Background in Genesis: Genesis 1:1–11:9
Throughout the centuries, different interpreters have understood the overarching structure of Genesis in different ways. One approach has been to divide Genesis into ten segments based on the repetition of the so-called “generations” or “toledot” passages scattered throughout the book of Genesis. And we should admit that there is some value in this large-scale outlook. But we have suggested in other series’ that it is much more helpful to think of Genesis in three large sections: the primeval history in Genesis 1:1–11:9; the early patriarchal history in 11:10–37:1; and the later patriarchal history in 37:2–50:26.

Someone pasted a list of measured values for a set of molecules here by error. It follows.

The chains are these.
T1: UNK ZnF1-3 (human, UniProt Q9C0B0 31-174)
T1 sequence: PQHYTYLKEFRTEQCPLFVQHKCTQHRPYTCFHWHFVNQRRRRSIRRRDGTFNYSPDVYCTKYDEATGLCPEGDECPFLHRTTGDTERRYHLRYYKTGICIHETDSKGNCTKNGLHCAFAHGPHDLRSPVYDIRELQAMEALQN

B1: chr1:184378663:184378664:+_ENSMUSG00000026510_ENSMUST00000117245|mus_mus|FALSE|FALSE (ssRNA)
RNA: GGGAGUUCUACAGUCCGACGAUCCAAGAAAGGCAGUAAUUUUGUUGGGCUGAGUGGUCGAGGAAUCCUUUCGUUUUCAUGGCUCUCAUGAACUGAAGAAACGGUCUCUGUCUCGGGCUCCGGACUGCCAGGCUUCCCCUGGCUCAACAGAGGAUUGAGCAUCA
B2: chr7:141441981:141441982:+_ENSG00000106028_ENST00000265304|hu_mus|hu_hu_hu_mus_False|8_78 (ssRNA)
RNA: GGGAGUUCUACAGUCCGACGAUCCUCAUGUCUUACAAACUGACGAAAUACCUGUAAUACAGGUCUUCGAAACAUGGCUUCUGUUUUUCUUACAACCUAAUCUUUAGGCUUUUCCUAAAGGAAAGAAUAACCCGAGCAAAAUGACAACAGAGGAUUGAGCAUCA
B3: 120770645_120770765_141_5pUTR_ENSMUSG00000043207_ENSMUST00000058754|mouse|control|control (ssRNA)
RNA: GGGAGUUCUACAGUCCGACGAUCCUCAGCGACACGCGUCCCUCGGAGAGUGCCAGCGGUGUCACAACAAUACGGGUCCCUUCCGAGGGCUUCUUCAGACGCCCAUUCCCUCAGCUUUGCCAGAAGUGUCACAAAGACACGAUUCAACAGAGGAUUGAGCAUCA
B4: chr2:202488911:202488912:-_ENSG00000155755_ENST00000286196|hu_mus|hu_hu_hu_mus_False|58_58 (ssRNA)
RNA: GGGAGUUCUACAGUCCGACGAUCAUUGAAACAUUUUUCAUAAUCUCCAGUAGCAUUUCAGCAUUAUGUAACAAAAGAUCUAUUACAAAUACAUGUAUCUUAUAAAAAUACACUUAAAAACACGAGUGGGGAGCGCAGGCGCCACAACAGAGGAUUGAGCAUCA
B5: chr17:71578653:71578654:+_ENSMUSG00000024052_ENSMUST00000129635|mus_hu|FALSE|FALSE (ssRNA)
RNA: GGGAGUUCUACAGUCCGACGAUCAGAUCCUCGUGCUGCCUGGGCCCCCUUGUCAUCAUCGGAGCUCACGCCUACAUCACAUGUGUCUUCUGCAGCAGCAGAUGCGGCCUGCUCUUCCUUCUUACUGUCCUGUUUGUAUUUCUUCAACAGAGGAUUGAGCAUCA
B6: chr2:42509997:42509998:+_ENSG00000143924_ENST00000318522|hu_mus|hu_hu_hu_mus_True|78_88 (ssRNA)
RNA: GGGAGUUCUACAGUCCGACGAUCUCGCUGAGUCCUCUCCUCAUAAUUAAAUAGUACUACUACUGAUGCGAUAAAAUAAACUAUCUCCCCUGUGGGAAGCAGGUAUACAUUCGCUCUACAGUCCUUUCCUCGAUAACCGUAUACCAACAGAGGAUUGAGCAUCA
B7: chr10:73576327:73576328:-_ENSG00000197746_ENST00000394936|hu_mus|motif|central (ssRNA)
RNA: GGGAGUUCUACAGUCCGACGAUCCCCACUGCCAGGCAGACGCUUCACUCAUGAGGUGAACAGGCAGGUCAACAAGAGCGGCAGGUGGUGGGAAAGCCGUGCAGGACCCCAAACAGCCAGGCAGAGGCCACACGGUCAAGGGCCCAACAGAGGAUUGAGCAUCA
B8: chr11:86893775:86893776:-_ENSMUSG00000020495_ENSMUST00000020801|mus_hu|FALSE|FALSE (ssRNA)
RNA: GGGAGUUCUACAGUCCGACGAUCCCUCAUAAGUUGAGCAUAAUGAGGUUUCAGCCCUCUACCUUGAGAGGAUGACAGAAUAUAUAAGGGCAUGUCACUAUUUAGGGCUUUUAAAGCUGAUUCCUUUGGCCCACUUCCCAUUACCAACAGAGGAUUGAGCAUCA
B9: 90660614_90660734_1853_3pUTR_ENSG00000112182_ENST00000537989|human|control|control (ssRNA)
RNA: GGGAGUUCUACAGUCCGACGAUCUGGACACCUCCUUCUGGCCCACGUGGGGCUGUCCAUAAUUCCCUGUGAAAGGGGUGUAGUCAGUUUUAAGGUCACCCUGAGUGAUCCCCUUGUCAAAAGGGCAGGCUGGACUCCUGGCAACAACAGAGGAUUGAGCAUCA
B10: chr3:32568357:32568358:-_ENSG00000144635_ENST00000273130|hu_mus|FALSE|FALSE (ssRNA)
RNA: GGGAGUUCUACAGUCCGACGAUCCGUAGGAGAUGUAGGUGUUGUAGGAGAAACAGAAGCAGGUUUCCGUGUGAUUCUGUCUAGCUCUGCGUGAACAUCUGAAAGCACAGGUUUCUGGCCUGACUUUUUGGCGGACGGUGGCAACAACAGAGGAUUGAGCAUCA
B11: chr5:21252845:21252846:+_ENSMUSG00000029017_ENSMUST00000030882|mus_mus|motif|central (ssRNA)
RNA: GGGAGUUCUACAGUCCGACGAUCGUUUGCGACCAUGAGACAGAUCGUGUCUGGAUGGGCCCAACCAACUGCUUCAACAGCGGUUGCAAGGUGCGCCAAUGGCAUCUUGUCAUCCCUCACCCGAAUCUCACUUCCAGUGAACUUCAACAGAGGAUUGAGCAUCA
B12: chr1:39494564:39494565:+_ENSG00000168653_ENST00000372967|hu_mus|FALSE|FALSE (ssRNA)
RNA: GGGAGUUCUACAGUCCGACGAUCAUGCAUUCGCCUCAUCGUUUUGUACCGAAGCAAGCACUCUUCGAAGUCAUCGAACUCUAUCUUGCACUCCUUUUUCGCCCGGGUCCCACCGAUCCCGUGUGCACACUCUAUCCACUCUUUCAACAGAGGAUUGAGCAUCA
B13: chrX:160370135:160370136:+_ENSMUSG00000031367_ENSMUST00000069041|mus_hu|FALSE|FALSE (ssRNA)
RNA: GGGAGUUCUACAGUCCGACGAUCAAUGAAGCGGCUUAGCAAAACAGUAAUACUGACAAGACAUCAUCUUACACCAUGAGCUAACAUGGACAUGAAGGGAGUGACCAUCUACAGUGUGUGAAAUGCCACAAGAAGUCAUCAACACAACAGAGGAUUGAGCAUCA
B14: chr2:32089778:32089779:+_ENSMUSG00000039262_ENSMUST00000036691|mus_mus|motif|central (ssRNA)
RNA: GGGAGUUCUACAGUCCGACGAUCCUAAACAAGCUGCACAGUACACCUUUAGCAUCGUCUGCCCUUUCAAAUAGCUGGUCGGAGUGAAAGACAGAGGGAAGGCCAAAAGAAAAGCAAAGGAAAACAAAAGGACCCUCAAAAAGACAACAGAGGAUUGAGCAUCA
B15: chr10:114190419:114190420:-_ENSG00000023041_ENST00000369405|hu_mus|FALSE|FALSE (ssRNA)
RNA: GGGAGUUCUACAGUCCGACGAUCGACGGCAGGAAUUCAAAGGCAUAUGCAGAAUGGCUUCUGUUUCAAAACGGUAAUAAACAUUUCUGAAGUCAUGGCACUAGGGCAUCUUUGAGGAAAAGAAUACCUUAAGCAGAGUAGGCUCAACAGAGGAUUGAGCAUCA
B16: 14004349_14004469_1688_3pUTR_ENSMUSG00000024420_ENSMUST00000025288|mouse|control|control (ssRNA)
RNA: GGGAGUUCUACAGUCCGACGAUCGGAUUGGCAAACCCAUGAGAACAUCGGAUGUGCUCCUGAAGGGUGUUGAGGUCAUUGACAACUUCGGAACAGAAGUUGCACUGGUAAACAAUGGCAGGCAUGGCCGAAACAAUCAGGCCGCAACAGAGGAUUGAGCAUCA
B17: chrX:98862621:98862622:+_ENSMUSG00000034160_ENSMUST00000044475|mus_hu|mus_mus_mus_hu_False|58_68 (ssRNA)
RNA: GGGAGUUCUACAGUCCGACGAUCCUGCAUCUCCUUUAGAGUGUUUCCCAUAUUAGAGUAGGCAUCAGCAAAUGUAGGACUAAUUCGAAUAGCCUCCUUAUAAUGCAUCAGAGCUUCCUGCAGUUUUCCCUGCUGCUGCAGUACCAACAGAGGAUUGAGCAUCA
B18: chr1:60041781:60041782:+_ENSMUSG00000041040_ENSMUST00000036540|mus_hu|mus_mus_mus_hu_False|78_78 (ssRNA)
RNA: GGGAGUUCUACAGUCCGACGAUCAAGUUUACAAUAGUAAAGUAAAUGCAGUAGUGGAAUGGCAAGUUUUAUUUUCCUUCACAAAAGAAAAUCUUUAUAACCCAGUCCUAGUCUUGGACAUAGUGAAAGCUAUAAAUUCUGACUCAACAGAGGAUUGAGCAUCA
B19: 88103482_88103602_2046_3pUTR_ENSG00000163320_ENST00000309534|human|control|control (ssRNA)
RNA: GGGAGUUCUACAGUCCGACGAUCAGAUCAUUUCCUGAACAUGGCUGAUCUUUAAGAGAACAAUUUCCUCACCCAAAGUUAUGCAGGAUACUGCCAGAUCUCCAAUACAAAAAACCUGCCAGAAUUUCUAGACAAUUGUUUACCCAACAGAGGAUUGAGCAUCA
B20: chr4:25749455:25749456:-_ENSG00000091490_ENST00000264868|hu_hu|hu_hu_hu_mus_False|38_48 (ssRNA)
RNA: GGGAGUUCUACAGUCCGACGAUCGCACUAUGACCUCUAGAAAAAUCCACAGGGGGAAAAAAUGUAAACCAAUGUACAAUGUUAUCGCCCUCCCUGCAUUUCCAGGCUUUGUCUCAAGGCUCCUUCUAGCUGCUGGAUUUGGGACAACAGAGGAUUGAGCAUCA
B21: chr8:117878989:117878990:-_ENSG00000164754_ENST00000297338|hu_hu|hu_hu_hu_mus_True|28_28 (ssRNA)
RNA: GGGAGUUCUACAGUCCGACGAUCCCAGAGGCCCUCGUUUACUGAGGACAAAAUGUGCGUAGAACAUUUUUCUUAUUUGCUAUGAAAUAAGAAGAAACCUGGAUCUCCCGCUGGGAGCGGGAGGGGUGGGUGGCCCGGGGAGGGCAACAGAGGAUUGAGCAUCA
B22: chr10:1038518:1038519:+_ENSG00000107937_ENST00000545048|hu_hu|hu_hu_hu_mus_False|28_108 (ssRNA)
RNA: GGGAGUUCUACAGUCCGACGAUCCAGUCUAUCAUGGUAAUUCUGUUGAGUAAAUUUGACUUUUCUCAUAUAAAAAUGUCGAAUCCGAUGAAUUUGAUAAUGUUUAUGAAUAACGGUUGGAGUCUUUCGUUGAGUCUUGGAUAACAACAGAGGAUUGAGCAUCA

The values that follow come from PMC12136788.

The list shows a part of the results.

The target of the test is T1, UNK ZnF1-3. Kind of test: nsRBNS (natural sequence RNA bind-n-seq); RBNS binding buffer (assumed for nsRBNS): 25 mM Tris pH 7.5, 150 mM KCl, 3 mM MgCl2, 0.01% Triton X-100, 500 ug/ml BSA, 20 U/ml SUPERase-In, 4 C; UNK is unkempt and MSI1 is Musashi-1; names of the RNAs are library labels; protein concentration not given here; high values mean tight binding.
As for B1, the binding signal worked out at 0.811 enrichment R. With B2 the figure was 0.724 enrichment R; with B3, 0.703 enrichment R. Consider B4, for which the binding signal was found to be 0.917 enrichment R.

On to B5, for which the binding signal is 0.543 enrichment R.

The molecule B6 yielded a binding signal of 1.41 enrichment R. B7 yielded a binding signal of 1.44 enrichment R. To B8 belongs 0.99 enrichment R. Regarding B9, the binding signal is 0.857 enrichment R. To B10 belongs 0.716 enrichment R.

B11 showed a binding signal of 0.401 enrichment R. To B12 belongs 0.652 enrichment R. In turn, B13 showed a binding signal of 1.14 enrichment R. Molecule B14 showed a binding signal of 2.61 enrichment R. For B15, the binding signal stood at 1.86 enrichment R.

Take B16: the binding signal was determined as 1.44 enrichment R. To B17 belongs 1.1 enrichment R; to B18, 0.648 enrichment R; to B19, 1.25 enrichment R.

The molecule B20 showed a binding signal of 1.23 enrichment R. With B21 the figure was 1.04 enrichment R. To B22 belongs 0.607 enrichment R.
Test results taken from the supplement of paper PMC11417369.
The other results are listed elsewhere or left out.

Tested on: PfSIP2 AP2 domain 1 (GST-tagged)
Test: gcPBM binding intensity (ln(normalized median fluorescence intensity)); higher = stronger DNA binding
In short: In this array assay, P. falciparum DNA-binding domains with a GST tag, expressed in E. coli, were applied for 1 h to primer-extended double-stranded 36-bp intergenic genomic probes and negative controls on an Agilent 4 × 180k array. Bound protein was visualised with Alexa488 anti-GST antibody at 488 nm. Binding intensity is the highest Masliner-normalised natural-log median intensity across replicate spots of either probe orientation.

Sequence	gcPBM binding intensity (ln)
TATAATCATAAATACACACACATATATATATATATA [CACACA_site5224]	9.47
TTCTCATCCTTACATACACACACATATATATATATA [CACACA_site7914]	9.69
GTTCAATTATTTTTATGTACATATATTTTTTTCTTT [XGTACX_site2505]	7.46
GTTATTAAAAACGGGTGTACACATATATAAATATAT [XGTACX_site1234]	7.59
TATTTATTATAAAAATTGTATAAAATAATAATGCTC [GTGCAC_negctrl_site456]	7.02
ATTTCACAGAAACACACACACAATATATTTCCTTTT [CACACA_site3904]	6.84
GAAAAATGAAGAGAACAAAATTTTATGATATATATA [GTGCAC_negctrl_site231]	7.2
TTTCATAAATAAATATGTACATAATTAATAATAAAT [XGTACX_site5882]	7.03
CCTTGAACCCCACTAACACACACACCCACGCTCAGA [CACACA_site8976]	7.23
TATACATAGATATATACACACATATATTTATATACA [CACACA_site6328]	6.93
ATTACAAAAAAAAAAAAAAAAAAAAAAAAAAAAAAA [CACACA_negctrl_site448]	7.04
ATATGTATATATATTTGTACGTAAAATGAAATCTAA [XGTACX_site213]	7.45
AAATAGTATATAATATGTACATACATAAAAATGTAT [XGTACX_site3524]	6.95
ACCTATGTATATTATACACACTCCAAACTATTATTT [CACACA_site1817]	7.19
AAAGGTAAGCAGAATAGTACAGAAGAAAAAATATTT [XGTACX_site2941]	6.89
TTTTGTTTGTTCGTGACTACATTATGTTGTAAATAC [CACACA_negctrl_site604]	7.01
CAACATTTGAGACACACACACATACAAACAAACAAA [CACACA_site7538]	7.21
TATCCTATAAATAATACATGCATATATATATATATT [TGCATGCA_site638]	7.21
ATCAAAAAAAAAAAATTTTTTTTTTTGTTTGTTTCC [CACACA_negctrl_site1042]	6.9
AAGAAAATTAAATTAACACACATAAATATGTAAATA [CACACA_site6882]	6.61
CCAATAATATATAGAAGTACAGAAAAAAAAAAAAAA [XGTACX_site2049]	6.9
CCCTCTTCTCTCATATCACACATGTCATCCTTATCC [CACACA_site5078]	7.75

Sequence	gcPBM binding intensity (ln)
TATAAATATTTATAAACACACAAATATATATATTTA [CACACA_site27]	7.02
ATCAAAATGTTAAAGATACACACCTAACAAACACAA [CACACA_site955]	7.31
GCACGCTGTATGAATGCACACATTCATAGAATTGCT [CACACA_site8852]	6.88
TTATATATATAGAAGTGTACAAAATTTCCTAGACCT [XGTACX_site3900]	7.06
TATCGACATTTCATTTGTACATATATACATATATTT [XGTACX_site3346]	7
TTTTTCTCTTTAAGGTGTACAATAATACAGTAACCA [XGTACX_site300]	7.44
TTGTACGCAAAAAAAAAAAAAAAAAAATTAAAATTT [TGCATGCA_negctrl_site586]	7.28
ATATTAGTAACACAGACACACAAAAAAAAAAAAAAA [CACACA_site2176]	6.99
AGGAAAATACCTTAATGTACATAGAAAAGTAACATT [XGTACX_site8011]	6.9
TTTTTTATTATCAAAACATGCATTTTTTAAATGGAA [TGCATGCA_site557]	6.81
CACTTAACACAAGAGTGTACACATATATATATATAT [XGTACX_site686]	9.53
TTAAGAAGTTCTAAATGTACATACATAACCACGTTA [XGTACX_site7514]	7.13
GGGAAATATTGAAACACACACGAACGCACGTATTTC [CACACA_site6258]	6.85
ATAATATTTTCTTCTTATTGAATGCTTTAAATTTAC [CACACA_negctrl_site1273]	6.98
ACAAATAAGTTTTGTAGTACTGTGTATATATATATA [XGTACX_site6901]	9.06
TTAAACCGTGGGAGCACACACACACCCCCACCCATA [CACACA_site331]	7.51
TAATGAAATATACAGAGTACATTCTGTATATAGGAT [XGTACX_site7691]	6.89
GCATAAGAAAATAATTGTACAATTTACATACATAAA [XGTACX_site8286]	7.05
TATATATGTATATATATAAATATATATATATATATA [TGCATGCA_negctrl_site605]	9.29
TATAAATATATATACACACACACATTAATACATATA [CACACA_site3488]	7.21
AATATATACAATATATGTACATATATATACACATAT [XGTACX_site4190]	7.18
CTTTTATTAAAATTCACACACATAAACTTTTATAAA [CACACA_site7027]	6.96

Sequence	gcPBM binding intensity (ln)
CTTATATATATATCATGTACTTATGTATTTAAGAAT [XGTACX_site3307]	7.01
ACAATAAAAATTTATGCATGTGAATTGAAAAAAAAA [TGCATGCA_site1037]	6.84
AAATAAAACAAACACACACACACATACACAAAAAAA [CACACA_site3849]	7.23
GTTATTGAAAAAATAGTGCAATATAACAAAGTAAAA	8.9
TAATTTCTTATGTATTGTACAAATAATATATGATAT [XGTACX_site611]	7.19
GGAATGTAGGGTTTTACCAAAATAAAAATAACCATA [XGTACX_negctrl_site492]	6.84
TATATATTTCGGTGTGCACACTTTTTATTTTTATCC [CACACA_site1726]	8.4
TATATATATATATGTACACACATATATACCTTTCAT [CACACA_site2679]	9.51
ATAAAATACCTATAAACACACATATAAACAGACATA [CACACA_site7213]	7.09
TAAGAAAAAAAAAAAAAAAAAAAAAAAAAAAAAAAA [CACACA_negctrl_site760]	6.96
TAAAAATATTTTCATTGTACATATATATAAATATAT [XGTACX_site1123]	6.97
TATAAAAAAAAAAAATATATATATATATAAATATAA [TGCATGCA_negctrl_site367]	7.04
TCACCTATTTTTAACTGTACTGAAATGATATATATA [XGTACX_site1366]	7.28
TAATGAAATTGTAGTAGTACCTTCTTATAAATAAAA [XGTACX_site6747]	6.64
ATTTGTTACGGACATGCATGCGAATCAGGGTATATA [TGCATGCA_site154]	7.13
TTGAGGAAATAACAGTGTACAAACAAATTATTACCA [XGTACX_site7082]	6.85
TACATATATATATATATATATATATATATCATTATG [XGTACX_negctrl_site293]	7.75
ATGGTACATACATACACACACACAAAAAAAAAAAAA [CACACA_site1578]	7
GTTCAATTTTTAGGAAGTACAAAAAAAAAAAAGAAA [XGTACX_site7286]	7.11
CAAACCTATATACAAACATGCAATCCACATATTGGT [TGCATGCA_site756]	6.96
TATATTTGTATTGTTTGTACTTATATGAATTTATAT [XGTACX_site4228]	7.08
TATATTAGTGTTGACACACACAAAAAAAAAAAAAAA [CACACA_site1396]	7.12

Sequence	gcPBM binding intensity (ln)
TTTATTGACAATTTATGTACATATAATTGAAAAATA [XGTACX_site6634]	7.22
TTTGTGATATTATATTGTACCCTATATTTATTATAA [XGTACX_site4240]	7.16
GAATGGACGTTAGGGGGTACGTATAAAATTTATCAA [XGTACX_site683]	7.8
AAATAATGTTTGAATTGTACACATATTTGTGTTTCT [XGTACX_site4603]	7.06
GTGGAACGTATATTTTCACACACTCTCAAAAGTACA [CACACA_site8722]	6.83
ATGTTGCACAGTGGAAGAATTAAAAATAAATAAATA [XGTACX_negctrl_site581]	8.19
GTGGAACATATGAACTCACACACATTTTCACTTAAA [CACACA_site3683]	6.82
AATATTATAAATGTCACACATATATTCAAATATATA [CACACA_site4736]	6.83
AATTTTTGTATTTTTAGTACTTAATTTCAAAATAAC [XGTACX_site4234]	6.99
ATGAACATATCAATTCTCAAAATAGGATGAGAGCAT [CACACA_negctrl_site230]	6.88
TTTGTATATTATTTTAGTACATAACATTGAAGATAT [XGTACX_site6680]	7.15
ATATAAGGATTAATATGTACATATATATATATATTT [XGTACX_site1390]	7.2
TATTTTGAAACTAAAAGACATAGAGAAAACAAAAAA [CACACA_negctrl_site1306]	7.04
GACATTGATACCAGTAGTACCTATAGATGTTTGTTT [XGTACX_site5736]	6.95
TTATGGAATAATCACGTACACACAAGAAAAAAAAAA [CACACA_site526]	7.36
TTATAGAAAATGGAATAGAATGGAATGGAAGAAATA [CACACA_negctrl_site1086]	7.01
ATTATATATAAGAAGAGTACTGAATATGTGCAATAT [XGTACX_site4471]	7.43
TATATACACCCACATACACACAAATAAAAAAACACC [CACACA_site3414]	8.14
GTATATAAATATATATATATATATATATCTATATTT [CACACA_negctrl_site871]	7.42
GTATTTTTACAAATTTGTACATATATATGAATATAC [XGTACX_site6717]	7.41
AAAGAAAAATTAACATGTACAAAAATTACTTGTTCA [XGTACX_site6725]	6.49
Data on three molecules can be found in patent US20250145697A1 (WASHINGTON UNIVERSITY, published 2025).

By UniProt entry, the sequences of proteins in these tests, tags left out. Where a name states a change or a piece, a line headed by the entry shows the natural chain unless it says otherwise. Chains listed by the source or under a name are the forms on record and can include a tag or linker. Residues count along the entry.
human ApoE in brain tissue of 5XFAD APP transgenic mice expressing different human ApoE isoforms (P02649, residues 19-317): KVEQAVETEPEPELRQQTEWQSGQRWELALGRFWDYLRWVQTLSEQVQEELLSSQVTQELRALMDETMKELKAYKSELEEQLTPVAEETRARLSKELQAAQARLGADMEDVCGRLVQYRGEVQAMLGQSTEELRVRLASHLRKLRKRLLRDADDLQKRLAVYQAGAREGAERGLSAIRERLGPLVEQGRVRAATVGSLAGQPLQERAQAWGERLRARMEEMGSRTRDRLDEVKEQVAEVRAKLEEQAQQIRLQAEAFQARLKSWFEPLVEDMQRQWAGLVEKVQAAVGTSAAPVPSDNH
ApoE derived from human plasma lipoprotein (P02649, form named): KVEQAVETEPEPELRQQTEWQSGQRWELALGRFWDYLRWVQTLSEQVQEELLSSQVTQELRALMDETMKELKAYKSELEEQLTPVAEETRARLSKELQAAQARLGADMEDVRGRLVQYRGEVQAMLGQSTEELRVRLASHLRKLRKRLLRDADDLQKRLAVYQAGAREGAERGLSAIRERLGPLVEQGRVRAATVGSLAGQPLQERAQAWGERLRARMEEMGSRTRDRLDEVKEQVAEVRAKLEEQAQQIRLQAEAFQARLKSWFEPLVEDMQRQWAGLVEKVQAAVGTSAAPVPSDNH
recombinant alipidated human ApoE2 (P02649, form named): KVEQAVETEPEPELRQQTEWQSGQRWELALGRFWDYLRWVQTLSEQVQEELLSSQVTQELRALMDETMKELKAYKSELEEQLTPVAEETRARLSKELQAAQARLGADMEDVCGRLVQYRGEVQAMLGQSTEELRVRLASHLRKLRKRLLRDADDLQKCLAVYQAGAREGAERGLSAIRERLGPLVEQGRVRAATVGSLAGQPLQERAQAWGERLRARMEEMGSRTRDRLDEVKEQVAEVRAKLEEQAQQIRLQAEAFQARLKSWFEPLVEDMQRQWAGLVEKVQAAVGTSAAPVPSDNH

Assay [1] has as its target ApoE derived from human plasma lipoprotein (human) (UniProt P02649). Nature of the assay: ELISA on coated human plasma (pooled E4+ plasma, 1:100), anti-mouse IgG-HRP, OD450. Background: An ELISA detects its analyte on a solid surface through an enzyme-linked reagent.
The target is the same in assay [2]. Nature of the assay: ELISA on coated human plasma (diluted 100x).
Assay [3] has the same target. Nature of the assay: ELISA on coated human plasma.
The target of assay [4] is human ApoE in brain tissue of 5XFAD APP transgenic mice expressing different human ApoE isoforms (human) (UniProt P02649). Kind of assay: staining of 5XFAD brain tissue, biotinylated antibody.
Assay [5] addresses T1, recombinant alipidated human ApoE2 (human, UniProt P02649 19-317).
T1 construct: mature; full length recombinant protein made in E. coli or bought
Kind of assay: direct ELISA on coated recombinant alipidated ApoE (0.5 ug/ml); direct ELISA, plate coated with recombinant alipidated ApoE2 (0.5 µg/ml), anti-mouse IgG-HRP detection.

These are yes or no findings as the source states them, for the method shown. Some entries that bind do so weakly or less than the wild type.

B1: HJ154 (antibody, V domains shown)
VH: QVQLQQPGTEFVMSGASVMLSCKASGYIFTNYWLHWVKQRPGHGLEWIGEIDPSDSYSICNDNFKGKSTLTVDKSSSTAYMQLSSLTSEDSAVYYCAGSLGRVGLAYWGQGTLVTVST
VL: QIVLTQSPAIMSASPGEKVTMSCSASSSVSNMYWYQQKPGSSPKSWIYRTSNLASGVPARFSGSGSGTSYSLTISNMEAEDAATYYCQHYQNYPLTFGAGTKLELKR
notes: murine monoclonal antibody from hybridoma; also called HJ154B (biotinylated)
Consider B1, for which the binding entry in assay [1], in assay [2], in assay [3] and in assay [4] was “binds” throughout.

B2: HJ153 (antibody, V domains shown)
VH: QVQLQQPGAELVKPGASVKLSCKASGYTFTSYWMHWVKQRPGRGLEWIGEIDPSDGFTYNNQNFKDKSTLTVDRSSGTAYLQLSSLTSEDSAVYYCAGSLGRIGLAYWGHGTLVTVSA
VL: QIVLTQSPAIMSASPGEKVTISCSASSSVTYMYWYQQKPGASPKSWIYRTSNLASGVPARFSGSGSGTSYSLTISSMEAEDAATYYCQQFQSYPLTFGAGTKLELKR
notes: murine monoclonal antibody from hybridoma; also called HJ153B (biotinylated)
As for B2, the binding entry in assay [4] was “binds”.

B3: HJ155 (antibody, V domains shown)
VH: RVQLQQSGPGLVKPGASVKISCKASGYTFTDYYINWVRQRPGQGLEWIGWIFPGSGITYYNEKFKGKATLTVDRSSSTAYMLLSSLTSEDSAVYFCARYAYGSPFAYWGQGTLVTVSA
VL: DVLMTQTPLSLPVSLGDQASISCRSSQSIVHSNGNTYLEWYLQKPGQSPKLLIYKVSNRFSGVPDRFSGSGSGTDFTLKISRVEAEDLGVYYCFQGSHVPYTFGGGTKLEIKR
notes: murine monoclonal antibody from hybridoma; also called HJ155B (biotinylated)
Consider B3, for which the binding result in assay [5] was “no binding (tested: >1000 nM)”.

The primeval history of Genesis 1:1–11:9 presents God’s revealed truth about the origins of the world. It speaks of the creation, the corruption of creation, and the reshaping of creation through a worldwide flood. And it holds together as a literary unit in the ways it resembles the patterns of many ancient near eastern primeval histories.
The later patriarchal history in 37:2–50:26 tells the story of Joseph. It begins with the story of conflict between Joseph and his brothers, then moves to Joseph’s rise to power in Egypt and Joseph’s reconciliation with his brothers in the end. Many interpreters have described this large, unified storyline as a novella about Joseph.
Between these first and last sections is Genesis 11:10–37:1. These chapters contain the early patriarchal history, collections of stories about the first fathers of the nation of Israel. In this series, we are concerned with one portion of this middle segment of Genesis.